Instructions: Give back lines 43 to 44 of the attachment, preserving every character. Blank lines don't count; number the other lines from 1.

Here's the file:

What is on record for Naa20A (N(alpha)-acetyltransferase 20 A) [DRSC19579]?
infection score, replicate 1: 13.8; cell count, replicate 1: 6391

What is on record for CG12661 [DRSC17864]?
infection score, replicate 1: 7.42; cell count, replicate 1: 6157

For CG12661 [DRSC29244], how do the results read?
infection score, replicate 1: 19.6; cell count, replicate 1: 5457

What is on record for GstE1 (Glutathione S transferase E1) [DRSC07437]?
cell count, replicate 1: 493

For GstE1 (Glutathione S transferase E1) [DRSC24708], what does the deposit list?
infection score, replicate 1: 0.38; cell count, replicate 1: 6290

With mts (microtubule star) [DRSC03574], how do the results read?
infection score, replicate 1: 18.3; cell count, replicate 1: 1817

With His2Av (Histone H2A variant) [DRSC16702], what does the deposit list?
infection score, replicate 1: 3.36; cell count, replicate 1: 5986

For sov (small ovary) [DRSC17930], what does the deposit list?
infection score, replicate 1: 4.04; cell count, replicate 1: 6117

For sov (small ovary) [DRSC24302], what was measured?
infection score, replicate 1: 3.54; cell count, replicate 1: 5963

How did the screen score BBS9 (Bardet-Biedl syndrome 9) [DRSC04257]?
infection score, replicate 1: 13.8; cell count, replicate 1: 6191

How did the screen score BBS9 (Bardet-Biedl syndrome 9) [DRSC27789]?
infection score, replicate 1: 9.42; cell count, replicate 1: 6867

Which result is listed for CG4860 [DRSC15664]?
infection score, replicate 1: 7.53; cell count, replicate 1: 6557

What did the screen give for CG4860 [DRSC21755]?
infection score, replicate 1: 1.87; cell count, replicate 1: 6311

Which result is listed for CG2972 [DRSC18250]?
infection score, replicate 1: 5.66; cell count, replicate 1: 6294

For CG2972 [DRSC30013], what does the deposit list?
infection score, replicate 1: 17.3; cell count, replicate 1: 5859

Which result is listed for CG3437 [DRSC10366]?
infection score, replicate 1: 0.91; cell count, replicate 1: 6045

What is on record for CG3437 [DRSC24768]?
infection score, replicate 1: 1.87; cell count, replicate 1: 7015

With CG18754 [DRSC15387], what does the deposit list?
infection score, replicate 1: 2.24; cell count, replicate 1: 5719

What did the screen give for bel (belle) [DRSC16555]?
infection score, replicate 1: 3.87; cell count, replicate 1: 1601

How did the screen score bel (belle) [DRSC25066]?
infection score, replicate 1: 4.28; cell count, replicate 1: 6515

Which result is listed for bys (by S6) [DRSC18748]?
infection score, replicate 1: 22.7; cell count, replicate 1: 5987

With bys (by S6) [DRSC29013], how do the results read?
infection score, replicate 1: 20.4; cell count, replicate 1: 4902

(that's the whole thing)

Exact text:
With bys (by S6) [DRSC29013], how do the results read?
infection score, replicate 1: 20.4; cell count, replicate 1: 4902